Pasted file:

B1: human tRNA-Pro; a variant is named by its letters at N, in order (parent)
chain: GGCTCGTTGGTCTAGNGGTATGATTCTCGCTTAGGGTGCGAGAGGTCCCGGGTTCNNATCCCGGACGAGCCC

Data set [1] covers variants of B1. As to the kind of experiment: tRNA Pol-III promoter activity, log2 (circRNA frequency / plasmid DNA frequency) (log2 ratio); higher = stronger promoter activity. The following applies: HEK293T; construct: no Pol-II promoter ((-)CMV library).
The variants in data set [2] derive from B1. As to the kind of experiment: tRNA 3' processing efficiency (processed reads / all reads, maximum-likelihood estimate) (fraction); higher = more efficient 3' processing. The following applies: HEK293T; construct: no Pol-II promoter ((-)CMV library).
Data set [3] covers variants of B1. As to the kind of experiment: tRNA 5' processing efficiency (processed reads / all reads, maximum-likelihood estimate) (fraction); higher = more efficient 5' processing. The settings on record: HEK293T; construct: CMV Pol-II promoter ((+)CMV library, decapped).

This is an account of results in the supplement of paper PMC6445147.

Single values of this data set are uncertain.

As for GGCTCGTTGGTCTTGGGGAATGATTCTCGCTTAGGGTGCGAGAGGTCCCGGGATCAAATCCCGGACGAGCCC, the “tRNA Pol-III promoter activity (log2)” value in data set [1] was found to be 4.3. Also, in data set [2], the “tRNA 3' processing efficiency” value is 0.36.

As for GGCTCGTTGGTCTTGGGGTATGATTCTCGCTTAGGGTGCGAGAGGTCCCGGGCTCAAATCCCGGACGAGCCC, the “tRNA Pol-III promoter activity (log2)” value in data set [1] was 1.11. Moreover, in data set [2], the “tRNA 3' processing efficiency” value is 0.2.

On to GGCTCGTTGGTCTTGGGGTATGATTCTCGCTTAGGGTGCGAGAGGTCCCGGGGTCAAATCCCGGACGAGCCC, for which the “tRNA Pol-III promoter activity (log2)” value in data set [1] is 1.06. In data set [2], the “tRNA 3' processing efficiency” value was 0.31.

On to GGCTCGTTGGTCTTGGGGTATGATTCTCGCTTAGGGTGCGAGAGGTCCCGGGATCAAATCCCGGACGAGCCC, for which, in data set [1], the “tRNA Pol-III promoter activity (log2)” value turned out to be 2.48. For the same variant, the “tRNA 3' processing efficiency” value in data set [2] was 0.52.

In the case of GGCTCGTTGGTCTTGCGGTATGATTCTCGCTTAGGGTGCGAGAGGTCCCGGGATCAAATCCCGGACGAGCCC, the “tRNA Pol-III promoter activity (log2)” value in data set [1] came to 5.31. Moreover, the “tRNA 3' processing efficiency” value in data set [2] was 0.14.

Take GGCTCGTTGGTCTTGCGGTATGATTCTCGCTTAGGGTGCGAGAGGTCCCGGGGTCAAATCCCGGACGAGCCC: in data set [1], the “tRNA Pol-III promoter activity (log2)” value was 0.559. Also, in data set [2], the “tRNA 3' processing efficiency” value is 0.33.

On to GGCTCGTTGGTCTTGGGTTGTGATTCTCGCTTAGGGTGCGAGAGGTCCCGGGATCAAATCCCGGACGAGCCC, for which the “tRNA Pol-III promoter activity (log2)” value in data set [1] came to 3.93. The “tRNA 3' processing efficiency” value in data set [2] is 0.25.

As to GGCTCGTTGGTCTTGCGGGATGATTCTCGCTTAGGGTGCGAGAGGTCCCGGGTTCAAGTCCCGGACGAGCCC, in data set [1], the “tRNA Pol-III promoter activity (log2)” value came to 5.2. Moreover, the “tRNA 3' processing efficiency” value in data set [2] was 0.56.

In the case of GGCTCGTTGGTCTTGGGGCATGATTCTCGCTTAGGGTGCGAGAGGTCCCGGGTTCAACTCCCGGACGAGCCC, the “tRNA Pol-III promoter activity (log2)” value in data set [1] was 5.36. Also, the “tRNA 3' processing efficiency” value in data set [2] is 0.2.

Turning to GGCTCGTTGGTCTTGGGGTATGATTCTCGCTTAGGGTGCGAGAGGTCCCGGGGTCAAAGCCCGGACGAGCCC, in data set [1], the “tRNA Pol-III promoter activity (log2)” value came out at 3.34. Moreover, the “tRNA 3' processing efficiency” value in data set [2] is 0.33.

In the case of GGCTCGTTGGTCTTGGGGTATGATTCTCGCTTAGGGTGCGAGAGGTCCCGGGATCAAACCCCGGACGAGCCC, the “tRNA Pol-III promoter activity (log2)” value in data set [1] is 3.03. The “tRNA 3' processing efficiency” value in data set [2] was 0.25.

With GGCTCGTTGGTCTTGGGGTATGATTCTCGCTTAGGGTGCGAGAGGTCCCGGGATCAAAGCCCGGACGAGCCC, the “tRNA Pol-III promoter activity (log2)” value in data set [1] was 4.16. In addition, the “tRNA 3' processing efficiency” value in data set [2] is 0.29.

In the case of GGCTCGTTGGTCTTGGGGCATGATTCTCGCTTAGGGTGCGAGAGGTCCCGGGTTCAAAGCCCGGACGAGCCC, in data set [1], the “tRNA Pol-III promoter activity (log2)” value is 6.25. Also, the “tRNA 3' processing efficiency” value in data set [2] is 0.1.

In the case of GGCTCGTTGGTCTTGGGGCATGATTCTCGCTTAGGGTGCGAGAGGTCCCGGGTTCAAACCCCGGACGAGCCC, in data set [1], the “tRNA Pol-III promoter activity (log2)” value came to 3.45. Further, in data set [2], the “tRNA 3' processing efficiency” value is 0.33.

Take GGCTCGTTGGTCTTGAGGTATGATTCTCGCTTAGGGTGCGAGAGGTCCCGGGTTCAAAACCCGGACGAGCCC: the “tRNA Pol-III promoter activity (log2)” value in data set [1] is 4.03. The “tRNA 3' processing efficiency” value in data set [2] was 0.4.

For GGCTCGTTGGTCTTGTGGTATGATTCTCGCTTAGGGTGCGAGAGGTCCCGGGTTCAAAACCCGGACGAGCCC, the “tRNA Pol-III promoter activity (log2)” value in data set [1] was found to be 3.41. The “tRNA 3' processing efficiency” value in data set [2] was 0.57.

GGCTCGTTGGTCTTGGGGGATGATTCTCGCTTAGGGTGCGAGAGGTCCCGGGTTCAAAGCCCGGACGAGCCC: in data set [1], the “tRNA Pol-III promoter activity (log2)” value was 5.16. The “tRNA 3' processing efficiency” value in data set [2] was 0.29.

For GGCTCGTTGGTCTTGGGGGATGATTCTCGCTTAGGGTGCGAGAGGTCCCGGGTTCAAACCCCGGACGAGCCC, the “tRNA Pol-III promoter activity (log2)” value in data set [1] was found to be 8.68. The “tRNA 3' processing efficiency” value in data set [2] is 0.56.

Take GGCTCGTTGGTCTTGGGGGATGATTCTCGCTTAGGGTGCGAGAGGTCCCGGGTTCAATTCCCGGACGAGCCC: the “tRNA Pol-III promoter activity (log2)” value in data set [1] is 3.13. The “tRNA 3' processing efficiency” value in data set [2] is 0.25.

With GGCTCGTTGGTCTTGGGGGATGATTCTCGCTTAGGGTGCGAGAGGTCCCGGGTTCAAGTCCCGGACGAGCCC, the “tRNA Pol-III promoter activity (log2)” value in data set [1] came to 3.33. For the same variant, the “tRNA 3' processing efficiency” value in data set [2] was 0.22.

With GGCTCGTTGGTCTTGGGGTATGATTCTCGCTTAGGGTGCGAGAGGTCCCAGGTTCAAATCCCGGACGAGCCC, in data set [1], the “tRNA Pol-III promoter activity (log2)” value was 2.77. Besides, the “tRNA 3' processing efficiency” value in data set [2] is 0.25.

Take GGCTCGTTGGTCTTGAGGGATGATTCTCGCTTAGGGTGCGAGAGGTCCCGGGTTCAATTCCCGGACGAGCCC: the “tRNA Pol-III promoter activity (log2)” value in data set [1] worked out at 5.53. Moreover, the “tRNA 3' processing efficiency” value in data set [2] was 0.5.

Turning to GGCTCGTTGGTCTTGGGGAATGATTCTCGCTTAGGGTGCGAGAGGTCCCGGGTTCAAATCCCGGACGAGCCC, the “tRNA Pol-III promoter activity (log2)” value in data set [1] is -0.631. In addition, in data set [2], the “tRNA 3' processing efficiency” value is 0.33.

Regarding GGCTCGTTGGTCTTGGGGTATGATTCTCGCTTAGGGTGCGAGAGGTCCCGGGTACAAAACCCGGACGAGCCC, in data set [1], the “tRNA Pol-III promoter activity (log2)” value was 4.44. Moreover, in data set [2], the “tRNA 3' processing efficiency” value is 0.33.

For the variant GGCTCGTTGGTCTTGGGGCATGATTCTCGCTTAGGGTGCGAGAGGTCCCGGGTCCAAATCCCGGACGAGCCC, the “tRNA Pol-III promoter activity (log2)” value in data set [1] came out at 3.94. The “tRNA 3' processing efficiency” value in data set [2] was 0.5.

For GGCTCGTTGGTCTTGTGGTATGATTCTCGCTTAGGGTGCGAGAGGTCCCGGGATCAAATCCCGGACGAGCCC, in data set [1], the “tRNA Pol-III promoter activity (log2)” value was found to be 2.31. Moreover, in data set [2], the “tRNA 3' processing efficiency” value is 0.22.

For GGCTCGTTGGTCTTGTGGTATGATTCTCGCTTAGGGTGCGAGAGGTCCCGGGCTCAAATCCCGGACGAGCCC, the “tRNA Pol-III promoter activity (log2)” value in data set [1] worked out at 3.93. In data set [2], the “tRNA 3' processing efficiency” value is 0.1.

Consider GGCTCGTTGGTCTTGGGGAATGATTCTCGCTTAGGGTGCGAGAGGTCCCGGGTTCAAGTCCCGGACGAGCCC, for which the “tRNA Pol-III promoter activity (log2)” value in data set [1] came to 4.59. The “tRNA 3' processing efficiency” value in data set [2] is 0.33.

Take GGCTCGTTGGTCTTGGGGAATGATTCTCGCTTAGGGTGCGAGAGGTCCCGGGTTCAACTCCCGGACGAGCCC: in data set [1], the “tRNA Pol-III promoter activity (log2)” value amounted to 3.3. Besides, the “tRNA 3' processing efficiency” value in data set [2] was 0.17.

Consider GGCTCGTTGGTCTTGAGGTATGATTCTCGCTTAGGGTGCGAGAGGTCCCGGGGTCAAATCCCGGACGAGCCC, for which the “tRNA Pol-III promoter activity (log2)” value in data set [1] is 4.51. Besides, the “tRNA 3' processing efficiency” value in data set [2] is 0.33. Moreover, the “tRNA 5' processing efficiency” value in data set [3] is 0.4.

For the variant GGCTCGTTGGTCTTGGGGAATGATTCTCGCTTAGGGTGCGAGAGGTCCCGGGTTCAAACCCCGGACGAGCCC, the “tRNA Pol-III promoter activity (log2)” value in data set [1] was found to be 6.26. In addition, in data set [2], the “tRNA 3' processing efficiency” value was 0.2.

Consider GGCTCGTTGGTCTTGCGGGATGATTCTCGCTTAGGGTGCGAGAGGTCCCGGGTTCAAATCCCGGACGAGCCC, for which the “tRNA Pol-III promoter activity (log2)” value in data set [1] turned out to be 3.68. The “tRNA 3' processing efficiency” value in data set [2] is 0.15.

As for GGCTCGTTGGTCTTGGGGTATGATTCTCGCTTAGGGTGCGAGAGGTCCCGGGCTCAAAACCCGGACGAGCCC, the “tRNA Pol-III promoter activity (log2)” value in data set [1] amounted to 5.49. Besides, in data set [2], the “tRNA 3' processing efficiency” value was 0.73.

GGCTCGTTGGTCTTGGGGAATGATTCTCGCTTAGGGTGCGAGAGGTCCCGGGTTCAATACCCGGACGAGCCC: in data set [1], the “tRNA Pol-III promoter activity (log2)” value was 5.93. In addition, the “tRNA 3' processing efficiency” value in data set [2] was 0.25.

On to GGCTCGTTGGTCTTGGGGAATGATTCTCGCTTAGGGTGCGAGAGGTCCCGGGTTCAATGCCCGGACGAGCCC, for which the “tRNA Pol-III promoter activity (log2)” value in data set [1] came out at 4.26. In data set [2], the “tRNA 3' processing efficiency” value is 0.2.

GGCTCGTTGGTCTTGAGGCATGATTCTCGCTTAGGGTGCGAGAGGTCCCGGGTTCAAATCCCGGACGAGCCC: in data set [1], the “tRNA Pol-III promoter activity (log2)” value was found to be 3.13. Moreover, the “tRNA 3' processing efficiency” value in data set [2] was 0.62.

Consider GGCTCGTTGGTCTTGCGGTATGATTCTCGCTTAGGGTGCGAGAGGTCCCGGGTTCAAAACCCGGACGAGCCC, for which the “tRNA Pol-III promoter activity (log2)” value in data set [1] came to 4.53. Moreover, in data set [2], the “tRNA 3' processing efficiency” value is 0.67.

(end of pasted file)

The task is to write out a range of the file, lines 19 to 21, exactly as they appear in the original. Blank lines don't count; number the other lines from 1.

With GGCTCGTTGGTCTTGGGGTATGATTCTCGCTTAGGGTGCGAGAGGTCCCGGGATCAAAGCCCGGACGAGCCC, the “tRNA Pol-III promoter activity (log2)” value in data set [1] was 4.16. In addition, the “tRNA 3' processing efficiency” value in data set [2] is 0.29.

In the case of GGCTCGTTGGTCTTGGGGCATGATTCTCGCTTAGGGTGCGAGAGGTCCCGGGTTCAAAGCCCGGACGAGCCC, in data set [1], the “tRNA Pol-III promoter activity (log2)” value is 6.25. Also, the “tRNA 3' processing efficiency” value in data set [2] is 0.1.

In the case of GGCTCGTTGGTCTTGGGGCATGATTCTCGCTTAGGGTGCGAGAGGTCCCGGGTTCAAACCCCGGACGAGCCC, in data set [1], the “tRNA Pol-III promoter activity (log2)” value came to 3.45. Further, in data set [2], the “tRNA 3' processing efficiency” value is 0.33.